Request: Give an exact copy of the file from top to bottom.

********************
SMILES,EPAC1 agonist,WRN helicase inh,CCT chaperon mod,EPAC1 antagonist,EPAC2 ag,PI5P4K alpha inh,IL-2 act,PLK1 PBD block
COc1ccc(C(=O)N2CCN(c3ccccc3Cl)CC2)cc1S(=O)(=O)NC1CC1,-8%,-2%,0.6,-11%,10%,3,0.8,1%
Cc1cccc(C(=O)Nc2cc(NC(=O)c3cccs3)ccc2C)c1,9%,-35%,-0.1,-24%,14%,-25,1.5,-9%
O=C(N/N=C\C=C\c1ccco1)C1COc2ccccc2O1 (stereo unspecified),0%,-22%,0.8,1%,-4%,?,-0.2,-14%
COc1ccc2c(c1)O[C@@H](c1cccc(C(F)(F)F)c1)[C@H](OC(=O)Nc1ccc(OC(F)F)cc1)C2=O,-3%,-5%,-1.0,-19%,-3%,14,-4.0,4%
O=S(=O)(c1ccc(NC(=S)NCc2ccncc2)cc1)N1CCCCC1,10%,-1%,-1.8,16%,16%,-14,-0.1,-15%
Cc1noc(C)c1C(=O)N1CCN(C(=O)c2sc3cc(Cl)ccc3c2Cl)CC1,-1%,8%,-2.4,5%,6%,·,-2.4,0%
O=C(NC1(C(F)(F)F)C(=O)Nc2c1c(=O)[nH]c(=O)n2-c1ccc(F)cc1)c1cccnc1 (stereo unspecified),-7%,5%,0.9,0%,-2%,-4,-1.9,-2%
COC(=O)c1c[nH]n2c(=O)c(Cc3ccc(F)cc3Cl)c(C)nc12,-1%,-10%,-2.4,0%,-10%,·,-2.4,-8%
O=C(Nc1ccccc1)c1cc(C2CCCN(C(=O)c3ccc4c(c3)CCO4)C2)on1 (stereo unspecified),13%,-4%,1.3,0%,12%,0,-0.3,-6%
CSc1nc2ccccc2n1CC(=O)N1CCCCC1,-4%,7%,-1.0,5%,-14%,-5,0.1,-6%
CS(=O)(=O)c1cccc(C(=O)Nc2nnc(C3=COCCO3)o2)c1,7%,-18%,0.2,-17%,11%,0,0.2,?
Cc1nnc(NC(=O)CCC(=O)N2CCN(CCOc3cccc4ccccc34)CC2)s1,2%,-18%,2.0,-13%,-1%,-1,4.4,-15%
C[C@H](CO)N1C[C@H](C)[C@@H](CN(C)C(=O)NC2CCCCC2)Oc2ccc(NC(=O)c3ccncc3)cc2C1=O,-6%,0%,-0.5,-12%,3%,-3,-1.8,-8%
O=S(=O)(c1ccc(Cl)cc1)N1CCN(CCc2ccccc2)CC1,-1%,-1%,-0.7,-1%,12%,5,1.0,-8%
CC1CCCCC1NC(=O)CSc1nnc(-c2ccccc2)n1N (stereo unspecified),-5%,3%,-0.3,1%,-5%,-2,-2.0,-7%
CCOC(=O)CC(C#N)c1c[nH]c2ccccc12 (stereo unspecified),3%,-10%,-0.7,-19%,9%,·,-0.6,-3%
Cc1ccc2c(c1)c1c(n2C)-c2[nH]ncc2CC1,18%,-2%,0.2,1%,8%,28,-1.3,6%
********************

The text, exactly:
SMILES,EPAC1 agonist,WRN helicase inh,CCT chaperon mod,EPAC1 antagonist,EPAC2 ag,PI5P4K alpha inh,IL-2 act,PLK1 PBD block
COc1ccc(C(=O)N2CCN(c3ccccc3Cl)CC2)cc1S(=O)(=O)NC1CC1,-8%,-2%,0.6,-11%,10%,3,0.8,1%
Cc1cccc(C(=O)Nc2cc(NC(=O)c3cccs3)ccc2C)c1,9%,-35%,-0.1,-24%,14%,-25,1.5,-9%
O=C(N/N=C\C=C\c1ccco1)C1COc2ccccc2O1 (stereo unspecified),0%,-22%,0.8,1%,-4%,?,-0.2,-14%
COc1ccc2c(c1)O[C@@H](c1cccc(C(F)(F)F)c1)[C@H](OC(=O)Nc1ccc(OC(F)F)cc1)C2=O,-3%,-5%,-1.0,-19%,-3%,14,-4.0,4%
O=S(=O)(c1ccc(NC(=S)NCc2ccncc2)cc1)N1CCCCC1,10%,-1%,-1.8,16%,16%,-14,-0.1,-15%
Cc1noc(C)c1C(=O)N1CCN(C(=O)c2sc3cc(Cl)ccc3c2Cl)CC1,-1%,8%,-2.4,5%,6%,·,-2.4,0%
O=C(NC1(C(F)(F)F)C(=O)Nc2c1c(=O)[nH]c(=O)n2-c1ccc(F)cc1)c1cccnc1 (stereo unspecified),-7%,5%,0.9,0%,-2%,-4,-1.9,-2%
COC(=O)c1c[nH]n2c(=O)c(Cc3ccc(F)cc3Cl)c(C)nc12,-1%,-10%,-2.4,0%,-10%,·,-2.4,-8%
O=C(Nc1ccccc1)c1cc(C2CCCN(C(=O)c3ccc4c(c3)CCO4)C2)on1 (stereo unspecified),13%,-4%,1.3,0%,12%,0,-0.3,-6%
CSc1nc2ccccc2n1CC(=O)N1CCCCC1,-4%,7%,-1.0,5%,-14%,-5,0.1,-6%
CS(=O)(=O)c1cccc(C(=O)Nc2nnc(C3=COCCO3)o2)c1,7%,-18%,0.2,-17%,11%,0,0.2,?
Cc1nnc(NC(=O)CCC(=O)N2CCN(CCOc3cccc4ccccc34)CC2)s1,2%,-18%,2.0,-13%,-1%,-1,4.4,-15%
C[C@H](CO)N1C[C@H](C)[C@@H](CN(C)C(=O)NC2CCCCC2)Oc2ccc(NC(=O)c3ccncc3)cc2C1=O,-6%,0%,-0.5,-12%,3%,-3,-1.8,-8%
O=S(=O)(c1ccc(Cl)cc1)N1CCN(CCc2ccccc2)CC1,-1%,-1%,-0.7,-1%,12%,5,1.0,-8%
CC1CCCCC1NC(=O)CSc1nnc(-c2ccccc2)n1N (stereo unspecified),-5%,3%,-0.3,1%,-5%,-2,-2.0,-7%
CCOC(=O)CC(C#N)c1c[nH]c2ccccc12 (stereo unspecified),3%,-10%,-0.7,-19%,9%,·,-0.6,-3%
Cc1ccc2c(c1)c1c(n2C)-c2[nH]ncc2CC1,18%,-2%,0.2,1%,8%,28,-1.3,6%